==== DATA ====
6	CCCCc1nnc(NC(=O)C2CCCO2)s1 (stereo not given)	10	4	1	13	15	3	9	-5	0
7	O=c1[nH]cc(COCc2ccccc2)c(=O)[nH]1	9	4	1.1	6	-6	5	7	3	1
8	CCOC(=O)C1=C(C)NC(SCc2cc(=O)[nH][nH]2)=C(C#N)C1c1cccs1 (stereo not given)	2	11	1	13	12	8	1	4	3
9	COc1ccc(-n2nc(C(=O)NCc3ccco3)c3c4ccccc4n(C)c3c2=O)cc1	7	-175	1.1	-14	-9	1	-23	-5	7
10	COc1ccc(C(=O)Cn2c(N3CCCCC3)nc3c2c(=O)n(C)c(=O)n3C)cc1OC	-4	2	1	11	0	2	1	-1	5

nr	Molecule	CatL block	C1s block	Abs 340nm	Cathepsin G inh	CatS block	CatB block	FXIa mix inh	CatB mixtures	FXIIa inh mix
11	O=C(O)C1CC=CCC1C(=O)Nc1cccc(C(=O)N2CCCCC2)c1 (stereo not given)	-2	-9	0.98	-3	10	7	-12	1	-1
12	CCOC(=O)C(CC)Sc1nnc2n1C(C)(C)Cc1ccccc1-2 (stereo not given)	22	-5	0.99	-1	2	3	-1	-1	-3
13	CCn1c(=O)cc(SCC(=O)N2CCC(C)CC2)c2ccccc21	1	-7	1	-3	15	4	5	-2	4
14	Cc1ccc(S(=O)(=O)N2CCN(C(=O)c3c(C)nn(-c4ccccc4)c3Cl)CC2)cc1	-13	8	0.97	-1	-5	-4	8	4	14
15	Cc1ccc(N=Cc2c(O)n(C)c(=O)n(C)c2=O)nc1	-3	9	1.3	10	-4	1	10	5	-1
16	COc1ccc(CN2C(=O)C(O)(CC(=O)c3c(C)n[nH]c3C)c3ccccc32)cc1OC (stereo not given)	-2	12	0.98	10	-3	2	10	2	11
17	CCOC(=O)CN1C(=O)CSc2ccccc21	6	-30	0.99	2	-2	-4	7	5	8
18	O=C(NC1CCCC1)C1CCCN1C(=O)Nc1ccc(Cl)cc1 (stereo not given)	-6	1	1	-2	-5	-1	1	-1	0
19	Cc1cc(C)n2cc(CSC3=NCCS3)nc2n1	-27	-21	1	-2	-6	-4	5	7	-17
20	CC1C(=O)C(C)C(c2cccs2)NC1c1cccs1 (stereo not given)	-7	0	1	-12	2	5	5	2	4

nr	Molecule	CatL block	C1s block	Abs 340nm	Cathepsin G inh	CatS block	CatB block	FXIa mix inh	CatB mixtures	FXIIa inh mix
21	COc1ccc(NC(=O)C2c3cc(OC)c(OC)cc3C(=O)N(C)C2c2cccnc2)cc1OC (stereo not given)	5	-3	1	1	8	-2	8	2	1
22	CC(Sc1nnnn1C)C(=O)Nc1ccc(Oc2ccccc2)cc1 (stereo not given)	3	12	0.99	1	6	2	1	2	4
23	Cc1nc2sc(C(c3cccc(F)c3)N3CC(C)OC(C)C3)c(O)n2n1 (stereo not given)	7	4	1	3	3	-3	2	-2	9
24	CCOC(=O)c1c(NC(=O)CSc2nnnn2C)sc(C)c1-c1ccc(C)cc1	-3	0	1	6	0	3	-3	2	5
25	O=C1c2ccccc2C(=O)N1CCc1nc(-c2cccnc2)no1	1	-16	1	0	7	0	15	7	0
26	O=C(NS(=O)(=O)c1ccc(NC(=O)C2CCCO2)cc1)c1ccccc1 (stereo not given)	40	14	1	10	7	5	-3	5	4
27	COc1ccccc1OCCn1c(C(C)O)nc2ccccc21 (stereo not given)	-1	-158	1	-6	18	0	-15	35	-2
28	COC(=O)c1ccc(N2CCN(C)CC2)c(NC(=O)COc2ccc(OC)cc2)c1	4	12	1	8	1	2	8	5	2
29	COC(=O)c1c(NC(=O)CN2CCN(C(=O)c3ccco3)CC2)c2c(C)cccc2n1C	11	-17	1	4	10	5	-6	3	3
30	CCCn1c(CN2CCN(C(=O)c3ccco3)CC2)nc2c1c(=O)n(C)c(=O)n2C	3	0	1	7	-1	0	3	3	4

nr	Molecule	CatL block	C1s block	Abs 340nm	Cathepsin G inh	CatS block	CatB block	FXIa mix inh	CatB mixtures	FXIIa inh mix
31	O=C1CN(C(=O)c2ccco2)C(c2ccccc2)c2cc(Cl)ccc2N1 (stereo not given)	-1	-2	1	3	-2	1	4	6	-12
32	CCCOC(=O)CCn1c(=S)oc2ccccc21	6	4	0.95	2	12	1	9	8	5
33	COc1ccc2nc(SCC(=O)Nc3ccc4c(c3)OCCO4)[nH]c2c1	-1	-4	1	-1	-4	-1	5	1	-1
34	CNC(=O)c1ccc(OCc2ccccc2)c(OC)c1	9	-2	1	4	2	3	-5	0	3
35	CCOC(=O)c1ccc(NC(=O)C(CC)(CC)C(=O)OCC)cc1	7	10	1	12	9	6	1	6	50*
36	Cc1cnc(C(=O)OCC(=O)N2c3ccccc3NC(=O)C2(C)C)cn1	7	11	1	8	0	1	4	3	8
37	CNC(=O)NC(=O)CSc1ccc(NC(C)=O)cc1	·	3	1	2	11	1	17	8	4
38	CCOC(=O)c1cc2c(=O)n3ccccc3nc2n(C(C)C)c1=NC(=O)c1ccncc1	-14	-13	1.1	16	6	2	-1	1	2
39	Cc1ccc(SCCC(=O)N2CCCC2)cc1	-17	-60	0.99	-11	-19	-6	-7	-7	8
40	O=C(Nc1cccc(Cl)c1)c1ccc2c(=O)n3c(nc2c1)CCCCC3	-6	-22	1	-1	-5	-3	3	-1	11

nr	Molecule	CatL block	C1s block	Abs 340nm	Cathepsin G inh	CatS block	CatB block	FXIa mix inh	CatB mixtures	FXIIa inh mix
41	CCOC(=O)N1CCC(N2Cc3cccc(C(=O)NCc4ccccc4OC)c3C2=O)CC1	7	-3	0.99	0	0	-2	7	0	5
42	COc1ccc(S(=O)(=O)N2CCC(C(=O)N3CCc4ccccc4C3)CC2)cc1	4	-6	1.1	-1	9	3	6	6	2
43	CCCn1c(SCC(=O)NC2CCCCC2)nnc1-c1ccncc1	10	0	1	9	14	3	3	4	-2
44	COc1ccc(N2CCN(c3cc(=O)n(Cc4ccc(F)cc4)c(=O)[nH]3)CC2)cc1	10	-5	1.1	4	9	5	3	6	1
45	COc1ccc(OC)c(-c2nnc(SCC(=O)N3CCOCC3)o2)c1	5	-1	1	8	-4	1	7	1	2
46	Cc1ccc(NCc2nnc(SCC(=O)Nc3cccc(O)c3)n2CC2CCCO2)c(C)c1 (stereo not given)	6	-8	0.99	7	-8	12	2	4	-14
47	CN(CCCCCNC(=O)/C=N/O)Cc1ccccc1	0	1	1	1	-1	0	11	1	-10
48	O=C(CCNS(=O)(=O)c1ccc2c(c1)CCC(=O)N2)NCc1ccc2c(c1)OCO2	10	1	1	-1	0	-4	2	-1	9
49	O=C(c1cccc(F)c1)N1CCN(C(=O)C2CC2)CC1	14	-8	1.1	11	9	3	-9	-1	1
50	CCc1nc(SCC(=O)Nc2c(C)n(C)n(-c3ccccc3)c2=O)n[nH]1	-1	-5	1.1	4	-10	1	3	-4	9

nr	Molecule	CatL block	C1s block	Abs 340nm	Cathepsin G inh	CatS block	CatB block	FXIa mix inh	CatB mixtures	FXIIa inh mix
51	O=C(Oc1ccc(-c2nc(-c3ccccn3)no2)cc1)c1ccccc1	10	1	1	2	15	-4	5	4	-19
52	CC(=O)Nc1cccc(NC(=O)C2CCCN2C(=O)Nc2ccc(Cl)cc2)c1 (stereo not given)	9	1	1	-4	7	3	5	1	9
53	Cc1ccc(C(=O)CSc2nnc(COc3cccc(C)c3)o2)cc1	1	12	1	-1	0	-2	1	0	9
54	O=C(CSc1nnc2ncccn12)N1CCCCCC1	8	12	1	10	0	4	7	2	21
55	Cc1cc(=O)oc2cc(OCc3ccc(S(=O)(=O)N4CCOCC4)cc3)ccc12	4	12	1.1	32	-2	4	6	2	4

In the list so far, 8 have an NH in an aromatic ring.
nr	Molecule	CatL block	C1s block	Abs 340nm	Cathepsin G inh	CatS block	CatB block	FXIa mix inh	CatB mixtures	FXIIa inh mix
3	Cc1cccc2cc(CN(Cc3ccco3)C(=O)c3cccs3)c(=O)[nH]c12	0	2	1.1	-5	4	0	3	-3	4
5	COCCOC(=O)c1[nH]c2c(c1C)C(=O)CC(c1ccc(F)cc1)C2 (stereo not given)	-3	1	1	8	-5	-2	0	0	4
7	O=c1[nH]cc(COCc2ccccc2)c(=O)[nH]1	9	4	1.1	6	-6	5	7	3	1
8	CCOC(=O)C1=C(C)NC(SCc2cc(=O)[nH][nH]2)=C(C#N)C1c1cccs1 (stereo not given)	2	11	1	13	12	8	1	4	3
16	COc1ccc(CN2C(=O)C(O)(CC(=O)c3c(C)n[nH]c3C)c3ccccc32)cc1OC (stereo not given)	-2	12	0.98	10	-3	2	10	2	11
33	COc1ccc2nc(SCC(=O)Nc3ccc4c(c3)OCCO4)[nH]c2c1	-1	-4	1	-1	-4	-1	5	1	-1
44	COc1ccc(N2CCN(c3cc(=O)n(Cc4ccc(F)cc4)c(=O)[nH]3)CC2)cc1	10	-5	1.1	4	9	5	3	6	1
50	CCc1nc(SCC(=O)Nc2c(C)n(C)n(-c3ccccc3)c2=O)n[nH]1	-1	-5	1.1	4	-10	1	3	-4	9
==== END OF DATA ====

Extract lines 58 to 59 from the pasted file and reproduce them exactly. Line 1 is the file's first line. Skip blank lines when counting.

3	Cc1cccc2cc(CN(Cc3ccco3)C(=O)c3cccs3)c(=O)[nH]c12	0	2	1.1	-5	4	0	3	-3	4
5	COCCOC(=O)c1[nH]c2c(c1C)C(=O)CC(c1ccc(F)cc1)C2 (stereo not given)	-3	1	1	8	-5	-2	0	0	4